Total Articles: 10
Jackson Lewis P.C. • June 15, 2017
The Oregon Equal Pay Act of 2017 greatly extends pay equity protections to a variety of protected classes, prohibits employers from asking for applicants’ salary history, and expands existing remedies available to employees. House Bill 2005 also offers key protections and a safe harbor for employers.
Oregon Governor Kate Brown has signed a law that will prohibit employers from asking job applicants or employees about their salary history. Amendments to the Oregon Equal Pay Act also ban employers from seeking the salary information of prospective employees from their current or former employer.
Ogletree Deakins • June 02, 2017
On June 1, 2017, Governor Kate Brown signed into law House Bill 2005, which creates considerable new obligations and areas of liability for Oregon employers. The law prohibits pay discrimination on the basis of protected class, defined as race, color, religion, sex, sexual orientation, national origin, marital status, veteran status, disability, or age. In other words, employers may not pay employees performing comparable work at different rates of pay because of their membership in one of these protected classes. The law will further prohibit employers from screening job applicants based on current or past compensation and from determining compensation for a position based on a prospective employee’s current or past compensation. Employers will be able to inquire only about a job applicant’s salary history after making a job offer including a compensation amount.
Despite the Congressional joint resolution that nullifies the Department of Labor's (DOL) Employee Benefits Security Administration (EBSA) rule regarding state auto-enrollment IRAs, the Oregon State Treasury will proceed with its plan to roll out its OregonSaves pilot program on July 1. The Oregon Retirement Savings Board adopted final rules to implement the program.
Littler Mendelson, P.C. • May 05, 2017
On April 18, 2017, the Oregon Retirement Savings Board adopted final rules to implement the Oregon Retirement Savings Program (known as “OregonSaves”) codified at 170-090-0001 et seq. OregonSaves establishes a state-sponsored payroll deduction retirement savings plan requiring Oregon employers that do not offer retirement plans to their employees to make payroll deductions from their workers’ wages into the state’s program.
Littler Mendelson, P.C. • March 15, 2017
On March 9, 2017, the Multnomah County Circuit Court rejected the recent move by the Oregon Bureau of Labor and Industries (BOLI) to require Oregon’s “manufacturing establishments” to double count daily and weekly overtime for their employees under ORS 653.216 and 652.020. In December 2016, BOLI made waves by making a sudden and unexplained change to its longstanding guidance on how to calculate daily and weekly overtime in these establishments. (See coverage here).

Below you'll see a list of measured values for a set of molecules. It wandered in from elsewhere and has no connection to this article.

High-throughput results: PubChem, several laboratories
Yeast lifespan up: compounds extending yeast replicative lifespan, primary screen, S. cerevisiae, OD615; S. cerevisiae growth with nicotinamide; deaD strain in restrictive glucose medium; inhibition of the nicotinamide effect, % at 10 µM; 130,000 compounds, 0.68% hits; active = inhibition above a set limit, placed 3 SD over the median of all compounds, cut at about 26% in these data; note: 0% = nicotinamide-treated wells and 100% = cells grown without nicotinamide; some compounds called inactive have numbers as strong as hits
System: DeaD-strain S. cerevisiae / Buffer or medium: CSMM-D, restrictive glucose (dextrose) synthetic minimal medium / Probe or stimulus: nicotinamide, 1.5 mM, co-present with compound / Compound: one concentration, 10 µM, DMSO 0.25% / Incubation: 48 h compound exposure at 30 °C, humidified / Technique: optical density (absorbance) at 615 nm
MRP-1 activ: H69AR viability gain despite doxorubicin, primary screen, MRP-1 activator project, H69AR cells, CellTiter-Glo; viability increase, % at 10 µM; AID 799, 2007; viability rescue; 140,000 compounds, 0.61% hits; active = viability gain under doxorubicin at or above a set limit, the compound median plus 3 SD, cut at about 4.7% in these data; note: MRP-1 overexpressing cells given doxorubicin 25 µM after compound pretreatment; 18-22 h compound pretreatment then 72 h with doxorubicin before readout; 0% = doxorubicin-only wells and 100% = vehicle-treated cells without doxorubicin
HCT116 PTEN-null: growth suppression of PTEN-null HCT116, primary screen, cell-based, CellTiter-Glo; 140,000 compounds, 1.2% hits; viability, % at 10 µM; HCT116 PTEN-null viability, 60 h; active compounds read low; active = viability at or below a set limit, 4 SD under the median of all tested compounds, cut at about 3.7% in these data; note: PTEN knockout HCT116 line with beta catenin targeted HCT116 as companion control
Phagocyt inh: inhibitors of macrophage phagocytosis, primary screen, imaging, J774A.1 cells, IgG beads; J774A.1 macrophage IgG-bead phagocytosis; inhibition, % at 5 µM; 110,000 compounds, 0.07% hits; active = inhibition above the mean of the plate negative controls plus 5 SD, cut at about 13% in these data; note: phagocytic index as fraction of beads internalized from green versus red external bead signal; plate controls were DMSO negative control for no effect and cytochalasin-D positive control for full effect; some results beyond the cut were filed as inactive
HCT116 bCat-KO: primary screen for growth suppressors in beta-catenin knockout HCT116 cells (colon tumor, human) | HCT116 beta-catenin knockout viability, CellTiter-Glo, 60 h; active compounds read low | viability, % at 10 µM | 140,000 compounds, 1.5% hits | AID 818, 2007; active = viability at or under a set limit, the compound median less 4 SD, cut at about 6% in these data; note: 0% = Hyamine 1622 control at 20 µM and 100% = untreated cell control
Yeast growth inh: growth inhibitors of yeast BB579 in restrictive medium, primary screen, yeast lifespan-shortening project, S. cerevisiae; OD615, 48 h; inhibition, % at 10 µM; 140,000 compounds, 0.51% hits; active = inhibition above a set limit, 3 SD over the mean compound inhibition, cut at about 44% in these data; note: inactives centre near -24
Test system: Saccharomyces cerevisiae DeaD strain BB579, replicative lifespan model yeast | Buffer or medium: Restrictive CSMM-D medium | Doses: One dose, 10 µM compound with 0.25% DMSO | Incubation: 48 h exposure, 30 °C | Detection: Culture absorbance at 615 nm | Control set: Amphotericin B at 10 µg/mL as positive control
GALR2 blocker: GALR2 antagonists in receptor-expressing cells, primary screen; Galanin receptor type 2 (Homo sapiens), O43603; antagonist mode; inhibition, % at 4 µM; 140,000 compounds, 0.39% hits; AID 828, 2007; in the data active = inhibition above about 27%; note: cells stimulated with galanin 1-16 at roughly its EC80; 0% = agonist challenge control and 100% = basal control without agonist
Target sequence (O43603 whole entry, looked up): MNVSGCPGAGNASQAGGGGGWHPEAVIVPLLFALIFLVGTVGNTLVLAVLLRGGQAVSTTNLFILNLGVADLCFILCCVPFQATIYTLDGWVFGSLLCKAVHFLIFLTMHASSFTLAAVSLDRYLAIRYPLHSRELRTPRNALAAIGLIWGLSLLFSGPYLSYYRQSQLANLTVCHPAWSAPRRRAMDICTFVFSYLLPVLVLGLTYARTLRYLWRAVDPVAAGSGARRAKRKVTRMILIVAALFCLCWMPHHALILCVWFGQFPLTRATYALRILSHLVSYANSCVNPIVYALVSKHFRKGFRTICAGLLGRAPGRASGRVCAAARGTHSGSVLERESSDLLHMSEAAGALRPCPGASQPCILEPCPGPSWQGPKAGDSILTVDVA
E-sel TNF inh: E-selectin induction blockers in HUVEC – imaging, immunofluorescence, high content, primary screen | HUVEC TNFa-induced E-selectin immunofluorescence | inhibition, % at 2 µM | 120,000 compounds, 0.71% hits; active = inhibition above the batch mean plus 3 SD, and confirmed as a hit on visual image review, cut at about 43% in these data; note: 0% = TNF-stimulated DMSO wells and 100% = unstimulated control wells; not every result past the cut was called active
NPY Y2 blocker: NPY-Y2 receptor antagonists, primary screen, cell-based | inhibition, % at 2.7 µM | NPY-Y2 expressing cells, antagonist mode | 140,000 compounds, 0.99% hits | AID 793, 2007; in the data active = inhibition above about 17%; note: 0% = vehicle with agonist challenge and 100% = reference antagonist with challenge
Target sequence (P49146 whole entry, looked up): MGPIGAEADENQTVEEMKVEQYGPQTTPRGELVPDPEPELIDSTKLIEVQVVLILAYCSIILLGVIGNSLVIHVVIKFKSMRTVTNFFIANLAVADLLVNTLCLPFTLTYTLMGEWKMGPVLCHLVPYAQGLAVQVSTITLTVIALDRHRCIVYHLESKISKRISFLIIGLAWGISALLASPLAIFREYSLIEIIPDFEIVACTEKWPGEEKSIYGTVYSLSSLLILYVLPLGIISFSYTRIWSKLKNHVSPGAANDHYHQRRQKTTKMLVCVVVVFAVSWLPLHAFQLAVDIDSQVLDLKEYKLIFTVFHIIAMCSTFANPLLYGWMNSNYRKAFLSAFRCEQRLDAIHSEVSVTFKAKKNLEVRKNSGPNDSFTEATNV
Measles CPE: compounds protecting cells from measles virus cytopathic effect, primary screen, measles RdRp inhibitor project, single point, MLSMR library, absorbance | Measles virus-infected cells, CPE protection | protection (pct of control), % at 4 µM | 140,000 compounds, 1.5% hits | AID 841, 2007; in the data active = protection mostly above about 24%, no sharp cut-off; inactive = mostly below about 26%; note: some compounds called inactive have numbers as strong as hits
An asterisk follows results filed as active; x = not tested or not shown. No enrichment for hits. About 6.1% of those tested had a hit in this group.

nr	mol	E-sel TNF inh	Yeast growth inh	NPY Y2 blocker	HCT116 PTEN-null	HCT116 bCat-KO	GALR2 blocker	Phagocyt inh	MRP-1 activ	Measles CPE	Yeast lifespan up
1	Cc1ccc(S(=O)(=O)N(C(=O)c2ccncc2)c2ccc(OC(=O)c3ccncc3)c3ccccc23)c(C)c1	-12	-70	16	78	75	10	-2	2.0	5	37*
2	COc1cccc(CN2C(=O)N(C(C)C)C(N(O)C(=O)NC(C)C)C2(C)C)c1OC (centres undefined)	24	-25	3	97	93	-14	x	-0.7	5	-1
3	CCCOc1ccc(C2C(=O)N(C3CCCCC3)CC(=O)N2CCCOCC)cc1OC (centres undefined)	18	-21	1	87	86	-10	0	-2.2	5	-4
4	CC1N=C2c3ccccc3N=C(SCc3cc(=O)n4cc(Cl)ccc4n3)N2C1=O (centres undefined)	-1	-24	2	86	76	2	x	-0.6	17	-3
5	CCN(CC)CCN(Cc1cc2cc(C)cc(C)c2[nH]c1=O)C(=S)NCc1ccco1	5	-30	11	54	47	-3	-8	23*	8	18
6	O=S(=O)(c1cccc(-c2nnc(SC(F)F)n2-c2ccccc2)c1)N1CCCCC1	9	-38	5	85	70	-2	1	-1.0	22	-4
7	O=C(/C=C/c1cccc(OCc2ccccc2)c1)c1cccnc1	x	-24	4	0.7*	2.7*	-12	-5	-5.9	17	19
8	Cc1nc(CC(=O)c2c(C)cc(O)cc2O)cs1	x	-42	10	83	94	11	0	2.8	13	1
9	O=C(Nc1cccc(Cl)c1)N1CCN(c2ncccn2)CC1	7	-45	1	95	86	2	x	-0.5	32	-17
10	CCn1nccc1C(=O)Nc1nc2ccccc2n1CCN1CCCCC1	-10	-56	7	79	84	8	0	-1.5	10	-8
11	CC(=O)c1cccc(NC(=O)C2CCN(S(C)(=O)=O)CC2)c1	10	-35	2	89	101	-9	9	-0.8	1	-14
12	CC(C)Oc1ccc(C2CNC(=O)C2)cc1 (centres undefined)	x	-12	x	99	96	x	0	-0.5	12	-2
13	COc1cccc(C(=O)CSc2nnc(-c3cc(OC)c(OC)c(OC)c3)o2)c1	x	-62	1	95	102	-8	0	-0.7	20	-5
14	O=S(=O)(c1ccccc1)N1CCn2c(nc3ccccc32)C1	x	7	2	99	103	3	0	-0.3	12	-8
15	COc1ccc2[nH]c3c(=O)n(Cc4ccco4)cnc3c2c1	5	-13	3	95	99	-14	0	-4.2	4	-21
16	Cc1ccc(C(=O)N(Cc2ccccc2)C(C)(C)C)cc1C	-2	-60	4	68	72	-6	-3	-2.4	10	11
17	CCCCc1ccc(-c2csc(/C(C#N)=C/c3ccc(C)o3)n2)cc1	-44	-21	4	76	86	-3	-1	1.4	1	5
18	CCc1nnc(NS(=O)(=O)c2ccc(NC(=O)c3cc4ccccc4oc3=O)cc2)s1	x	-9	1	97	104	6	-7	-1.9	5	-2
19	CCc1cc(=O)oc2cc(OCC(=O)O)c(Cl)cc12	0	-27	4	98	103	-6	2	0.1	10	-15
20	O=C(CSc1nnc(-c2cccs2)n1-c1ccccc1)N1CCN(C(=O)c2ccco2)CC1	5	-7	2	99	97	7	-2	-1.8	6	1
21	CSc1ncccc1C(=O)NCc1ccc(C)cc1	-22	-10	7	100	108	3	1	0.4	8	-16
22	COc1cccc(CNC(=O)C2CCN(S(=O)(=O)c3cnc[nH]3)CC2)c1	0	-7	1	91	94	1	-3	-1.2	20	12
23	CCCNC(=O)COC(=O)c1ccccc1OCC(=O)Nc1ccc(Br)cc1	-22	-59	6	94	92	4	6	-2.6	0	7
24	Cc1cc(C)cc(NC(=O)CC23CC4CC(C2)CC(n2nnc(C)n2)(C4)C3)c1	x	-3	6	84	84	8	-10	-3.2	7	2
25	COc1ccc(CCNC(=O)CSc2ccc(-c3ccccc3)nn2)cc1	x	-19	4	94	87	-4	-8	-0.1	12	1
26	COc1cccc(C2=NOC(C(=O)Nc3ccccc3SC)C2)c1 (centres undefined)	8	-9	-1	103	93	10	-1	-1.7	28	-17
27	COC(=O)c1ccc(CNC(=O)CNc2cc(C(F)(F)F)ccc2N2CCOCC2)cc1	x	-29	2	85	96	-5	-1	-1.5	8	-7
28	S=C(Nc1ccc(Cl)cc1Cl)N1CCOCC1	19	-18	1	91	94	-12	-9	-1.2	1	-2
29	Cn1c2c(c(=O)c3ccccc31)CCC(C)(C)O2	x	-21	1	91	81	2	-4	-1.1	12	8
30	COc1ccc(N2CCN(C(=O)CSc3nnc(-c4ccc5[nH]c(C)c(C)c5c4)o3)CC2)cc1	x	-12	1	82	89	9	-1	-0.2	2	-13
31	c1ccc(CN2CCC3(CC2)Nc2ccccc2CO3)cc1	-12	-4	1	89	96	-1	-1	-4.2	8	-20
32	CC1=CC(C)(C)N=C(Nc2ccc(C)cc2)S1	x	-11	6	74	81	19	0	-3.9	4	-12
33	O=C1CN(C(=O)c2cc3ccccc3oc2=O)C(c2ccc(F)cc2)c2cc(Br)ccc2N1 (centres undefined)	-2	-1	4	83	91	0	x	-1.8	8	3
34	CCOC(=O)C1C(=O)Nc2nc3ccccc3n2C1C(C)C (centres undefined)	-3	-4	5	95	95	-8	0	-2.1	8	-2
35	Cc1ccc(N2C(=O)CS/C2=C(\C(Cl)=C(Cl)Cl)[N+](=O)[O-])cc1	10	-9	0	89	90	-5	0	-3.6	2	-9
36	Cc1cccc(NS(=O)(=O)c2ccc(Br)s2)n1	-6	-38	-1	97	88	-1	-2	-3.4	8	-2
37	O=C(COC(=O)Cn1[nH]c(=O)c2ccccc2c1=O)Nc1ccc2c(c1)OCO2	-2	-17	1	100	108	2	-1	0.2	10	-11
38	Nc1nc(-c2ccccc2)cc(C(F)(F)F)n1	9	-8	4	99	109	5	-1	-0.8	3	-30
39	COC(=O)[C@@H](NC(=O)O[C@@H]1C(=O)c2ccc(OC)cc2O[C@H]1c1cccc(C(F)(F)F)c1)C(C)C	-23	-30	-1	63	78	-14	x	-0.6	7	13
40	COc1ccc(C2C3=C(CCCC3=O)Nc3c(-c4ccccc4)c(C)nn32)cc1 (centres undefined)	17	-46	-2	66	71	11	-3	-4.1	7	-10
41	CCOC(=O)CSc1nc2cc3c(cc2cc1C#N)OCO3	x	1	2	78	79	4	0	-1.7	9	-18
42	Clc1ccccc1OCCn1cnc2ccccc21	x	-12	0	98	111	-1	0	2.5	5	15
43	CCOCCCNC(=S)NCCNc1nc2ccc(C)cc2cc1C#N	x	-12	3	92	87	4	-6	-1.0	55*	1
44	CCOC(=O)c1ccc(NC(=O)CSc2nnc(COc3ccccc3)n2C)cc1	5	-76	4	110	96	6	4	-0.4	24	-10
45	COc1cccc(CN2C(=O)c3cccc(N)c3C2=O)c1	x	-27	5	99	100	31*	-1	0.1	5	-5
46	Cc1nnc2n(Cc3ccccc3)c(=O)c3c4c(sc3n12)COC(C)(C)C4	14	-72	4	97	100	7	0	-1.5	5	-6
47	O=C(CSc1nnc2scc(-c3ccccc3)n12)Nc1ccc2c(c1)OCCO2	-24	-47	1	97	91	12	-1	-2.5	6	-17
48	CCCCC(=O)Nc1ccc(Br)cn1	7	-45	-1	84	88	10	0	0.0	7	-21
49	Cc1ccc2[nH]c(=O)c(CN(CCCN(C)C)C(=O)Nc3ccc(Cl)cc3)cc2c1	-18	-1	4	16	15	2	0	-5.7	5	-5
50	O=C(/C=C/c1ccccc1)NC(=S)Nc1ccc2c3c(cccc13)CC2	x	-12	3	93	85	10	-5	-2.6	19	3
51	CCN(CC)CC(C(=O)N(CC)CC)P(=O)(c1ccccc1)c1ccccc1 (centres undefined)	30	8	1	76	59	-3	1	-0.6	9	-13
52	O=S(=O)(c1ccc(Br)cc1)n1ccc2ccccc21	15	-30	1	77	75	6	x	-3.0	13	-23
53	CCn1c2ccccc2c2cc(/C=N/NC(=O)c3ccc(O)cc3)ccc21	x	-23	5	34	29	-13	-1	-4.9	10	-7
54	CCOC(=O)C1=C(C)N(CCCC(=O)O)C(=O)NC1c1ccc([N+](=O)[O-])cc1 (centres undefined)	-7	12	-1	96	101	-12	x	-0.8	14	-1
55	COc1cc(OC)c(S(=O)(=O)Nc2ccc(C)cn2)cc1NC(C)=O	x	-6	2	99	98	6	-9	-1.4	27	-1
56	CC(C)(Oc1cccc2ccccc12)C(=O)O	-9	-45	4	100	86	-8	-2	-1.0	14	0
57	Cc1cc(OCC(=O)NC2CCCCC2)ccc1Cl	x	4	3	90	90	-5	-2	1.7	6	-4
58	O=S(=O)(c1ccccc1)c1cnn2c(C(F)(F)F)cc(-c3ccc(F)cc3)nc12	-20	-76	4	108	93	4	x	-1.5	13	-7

Ogletree Deakins • March 14, 2017
After the Oregon Bureau of Labor and Industries (BOLI) made a surprising change to its interpretation of how daily and weekly overtime should be calculated for employees who work in mills, factories, and manufacturing establishments, last week the Multnomah County Circuit Court issued an opinion rejecting BOLI’s new interpretation. In its opinion, the court held that BOLI’s original interpretation—i.e., that manufacturers are required to pay the greater of daily or weekly overtime hours worked by employees in a workweek (but not both)—was the correct way to construe manufacturers’ obligations under ORS 653.261 and 652.020.
Fisher Phillips • February 07, 2017
Oregon’s Bureau of Labor & Industries (BOLI) recently announced a new interpretation of overtime compensation rules that directly impacts Oregon breweries and brewpubs. Under the new guidance issued in December 2016, employees in “manufacturing establishments” must be paid overtime rates for hours worked in excess of 40 hours per week and overtime rates for any hours in excess of 10 hours in any given day. BOLI says that manufacturing establishments cannot continue with the former practice of paying employees the greater of the daily overtime rate or the weekly overtime rate.
Littler Mendelson, P.C. • January 31, 2017
Between December 2016 and January 2017, the Oregon Bureau of Labor and Industries (BOLI) instituted a significant change in its historic treatment of the interplay between two statutes that provide for daily and weekly overtime pay.
Ogletree Deakins • January 31, 2017
The Oregon Bureau of Labor and Industries (BOLI) recently made a surprising change in its interpretation of the daily and weekly overtime requirements for manufacturers. Employers may be able to obtain a waiver from complying with this new interpretation.